The root question the skeptic is asking is basically, “why should anybody believe in Jesus?” To answer this with either a declaration of the Gospel (as Keller points out) or some insights into my own personal history with Jesus (as I point out) is to miss the point. The person is looking for objective evidence for a claim, not the claim itself, nor the subjective experience of the claim.

As I describe in Arguing with Friends, there are two fundamental questions every worldview must answer, and these are the “what” and the “why” questions. We have seen that there are multiple ways of incorrectly answering the “why” question, so hopefully we can be more intentional to listen carefully to what people are asking and actually answer their question. Politicians are notorious for their “non-answers” I hope we can avoid that error.

And if you do not know how to answer their question; learn. Here’s a hint, the website with the Tim Keller quote is an excellent place to start!

The Bible says… what?!?!

In Arguing with Friends I elaborate on a rhetorical tactic that I call “False Facts.” Some people will try to convince you something is true that isn’t. I hesitate to call it lying for the simple reason that most of the time when I run across this, the person propogating the false fact actually believes they are telling you the truth! This means they are not lying; they are not deliberately and knowingly telling you something untrue. I give examples in my book, like the false fact that ancient people thought the earth was flat. One incredibly common set of false facts are along the lines of “The Bible says…” followed by some false fact about what the Bible allegedly says. Some examples that I have seen, even recently, include: Continue reading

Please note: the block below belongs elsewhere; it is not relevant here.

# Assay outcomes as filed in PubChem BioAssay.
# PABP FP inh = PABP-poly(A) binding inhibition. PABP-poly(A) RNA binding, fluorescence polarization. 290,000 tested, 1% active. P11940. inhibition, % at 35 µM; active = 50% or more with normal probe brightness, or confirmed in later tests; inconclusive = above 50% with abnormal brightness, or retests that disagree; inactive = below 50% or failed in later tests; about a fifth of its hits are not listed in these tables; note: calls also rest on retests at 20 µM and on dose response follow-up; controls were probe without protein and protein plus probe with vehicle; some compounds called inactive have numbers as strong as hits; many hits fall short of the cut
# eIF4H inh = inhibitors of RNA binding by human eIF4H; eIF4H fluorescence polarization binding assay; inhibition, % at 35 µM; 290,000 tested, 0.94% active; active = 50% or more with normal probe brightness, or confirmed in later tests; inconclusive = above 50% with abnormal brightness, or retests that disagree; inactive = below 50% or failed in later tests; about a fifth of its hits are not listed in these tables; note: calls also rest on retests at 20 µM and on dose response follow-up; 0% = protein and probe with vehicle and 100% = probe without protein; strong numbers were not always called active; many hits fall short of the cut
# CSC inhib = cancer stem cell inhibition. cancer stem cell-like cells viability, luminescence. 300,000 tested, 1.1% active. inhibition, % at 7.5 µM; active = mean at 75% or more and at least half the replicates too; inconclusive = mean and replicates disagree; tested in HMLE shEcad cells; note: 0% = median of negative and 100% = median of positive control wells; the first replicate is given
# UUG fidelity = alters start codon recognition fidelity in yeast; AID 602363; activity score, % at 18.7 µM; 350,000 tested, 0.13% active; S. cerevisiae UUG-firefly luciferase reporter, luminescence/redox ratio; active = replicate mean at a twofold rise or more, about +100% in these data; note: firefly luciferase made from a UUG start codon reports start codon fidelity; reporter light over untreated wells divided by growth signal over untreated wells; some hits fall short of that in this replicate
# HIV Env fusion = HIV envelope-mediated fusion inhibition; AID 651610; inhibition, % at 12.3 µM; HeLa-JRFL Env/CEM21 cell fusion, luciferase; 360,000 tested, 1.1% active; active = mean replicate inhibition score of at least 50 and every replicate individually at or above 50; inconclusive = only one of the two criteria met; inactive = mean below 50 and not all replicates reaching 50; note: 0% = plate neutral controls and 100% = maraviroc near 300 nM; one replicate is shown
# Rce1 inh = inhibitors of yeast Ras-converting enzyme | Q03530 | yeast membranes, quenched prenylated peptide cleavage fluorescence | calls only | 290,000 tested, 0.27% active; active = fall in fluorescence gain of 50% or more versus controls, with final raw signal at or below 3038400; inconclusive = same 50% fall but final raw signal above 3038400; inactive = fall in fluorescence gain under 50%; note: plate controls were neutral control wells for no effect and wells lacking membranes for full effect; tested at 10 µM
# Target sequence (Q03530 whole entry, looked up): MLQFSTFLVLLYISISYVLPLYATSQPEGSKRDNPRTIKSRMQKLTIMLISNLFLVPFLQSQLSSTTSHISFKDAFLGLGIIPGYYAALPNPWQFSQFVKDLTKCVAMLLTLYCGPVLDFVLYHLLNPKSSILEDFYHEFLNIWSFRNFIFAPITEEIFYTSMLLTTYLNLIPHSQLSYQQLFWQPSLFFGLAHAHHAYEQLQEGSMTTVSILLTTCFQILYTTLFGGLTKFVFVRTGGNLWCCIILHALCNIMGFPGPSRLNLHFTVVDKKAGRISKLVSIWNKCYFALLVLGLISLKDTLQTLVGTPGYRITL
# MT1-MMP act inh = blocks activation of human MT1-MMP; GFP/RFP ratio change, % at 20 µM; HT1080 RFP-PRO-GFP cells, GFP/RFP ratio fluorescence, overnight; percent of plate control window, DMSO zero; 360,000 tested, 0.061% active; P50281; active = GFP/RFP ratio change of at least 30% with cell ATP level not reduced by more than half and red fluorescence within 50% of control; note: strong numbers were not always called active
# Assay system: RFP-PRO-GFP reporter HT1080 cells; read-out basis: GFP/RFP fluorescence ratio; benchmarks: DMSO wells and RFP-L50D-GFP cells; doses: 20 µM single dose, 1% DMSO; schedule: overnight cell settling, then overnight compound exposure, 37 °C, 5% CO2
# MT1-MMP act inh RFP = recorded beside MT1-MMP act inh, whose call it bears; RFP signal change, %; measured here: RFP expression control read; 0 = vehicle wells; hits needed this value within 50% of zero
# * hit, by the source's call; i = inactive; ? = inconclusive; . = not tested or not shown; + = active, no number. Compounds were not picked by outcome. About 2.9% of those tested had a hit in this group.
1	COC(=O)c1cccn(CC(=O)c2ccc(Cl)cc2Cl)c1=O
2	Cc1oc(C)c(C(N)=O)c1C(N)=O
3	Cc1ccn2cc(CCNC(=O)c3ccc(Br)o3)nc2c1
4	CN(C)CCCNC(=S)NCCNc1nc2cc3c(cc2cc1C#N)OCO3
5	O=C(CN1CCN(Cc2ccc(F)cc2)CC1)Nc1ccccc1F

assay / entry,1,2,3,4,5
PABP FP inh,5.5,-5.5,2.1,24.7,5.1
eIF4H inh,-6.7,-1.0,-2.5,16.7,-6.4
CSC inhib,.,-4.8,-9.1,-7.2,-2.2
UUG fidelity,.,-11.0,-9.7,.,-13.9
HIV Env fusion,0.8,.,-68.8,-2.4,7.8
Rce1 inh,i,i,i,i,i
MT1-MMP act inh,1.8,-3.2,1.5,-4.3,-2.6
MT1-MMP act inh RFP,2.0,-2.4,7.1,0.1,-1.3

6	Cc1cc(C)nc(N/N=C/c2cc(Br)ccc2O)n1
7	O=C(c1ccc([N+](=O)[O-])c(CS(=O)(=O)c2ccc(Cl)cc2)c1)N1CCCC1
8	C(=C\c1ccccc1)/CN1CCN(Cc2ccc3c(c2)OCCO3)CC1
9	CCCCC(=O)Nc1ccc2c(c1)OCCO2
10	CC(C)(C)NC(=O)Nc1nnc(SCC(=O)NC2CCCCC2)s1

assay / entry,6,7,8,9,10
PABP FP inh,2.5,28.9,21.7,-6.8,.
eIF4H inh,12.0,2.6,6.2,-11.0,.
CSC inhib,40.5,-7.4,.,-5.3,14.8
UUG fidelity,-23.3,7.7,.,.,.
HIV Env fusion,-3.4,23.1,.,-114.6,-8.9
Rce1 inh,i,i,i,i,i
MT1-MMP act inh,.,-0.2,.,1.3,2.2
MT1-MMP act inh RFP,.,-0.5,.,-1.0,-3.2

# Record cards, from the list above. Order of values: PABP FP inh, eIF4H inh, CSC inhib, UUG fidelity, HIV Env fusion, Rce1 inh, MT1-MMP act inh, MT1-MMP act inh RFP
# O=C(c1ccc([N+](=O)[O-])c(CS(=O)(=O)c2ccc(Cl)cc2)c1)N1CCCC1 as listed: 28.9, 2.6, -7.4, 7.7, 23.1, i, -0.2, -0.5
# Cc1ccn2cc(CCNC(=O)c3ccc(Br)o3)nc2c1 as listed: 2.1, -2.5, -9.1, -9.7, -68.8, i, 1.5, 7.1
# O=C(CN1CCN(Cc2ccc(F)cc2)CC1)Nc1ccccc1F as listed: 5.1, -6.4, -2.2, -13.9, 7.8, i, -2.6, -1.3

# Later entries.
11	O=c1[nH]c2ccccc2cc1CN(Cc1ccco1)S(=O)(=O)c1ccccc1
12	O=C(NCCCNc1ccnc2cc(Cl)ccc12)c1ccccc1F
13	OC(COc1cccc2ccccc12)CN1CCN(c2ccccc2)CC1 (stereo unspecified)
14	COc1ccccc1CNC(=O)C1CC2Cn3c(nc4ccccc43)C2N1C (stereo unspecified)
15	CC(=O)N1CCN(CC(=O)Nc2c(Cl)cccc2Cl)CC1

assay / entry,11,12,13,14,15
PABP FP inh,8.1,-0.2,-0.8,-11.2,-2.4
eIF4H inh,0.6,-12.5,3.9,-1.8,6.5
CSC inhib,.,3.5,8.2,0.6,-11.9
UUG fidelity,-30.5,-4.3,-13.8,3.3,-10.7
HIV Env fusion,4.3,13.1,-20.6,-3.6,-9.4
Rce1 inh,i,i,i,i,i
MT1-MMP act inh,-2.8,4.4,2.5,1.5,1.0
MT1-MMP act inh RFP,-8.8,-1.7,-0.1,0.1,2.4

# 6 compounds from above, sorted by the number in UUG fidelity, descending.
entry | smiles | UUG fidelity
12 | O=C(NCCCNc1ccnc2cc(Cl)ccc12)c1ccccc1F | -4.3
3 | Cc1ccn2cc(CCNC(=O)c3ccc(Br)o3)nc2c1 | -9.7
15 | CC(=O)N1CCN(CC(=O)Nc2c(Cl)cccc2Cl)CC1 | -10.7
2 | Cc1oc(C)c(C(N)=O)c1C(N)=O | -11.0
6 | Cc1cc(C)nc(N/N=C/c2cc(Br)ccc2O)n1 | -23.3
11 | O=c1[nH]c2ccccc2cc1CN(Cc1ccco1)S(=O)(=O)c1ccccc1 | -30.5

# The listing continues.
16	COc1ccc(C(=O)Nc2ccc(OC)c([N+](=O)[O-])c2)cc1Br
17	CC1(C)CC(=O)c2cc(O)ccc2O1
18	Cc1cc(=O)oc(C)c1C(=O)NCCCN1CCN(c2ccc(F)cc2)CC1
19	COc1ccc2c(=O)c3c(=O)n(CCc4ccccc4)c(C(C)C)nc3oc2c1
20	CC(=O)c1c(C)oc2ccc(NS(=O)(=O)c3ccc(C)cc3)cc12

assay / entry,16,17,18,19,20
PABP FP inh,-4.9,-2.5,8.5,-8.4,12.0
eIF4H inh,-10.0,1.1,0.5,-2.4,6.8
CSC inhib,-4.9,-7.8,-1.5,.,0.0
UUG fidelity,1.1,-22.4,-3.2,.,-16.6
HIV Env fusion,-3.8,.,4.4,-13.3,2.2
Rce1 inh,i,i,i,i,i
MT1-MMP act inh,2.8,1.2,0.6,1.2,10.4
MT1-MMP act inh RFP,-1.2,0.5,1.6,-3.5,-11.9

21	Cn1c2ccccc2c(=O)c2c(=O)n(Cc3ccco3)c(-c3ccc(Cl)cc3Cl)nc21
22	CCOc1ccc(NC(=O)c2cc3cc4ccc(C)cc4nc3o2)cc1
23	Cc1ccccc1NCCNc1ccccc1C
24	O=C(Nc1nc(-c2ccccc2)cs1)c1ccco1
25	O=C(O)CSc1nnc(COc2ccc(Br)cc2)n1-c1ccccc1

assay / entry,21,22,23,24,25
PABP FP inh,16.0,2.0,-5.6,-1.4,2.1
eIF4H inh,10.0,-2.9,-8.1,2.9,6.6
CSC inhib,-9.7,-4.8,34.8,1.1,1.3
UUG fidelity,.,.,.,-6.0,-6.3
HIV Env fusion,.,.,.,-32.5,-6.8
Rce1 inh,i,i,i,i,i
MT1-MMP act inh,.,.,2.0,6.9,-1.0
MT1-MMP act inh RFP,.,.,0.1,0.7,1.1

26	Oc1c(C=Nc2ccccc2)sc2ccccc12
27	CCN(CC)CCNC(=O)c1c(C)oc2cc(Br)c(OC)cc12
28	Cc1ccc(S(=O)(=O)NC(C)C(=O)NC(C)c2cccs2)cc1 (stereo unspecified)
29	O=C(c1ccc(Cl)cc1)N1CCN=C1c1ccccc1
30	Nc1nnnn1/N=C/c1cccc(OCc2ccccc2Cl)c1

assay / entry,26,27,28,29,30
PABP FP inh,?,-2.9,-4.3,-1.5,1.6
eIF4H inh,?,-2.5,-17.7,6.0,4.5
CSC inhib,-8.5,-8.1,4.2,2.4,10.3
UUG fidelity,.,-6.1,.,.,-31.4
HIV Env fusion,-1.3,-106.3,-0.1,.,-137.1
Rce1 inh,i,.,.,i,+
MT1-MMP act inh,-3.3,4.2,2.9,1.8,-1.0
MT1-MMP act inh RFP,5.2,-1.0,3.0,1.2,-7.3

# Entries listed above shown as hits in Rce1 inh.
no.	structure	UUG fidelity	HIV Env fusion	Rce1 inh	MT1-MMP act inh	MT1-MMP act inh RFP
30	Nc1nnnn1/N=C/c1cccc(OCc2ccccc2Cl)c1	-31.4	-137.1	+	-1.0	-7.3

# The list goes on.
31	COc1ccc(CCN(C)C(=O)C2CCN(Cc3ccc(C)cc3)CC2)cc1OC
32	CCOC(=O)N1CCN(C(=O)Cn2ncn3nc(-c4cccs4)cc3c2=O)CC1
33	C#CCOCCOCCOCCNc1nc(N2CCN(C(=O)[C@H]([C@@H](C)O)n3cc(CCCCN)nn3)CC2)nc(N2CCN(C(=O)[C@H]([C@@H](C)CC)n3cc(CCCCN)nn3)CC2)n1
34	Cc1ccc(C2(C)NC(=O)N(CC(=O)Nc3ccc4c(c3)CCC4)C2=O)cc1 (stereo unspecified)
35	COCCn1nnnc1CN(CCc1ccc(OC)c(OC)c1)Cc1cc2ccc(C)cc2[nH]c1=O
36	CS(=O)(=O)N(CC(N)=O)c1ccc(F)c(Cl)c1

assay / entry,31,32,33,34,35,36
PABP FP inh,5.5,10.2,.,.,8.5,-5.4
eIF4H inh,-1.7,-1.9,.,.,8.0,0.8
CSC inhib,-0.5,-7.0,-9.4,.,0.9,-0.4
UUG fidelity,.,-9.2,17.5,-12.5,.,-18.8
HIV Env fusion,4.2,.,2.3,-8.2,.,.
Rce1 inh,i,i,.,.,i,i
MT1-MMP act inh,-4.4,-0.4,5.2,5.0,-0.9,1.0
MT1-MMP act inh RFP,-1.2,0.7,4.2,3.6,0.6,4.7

How do people find my website?

This is interesting. According to the WordPress statistics page somebody found my blog by using the search term, “conversational exchanges involving more than two people less.” When you do that search at Yahoo my blog entry Poached Conversations comes up in the first page of results. I’m not exactly sure what the were looking for, but they found me! So whoever arrived via that highly obscure search phrase, welcome here!

[Another interesting search phrase was, “learn akkadian online alphabet.” Again, I’m not sure what you were looking for, but welcome here.]

Also, as a point of interest, I’ve had over 1,000 visits to my site since I started up (pushing 1,200). Yay!

And, because this is just a “for fun” post I thought I’d leave you with some more Monty Python. This skit illustrates the very important life lesson of making sure we tailor our message to our audience in such a way that they will actually understand what we’re getting at. No, seriously, this is profound stuff!

(It doesn’t really start until 40 seconds in)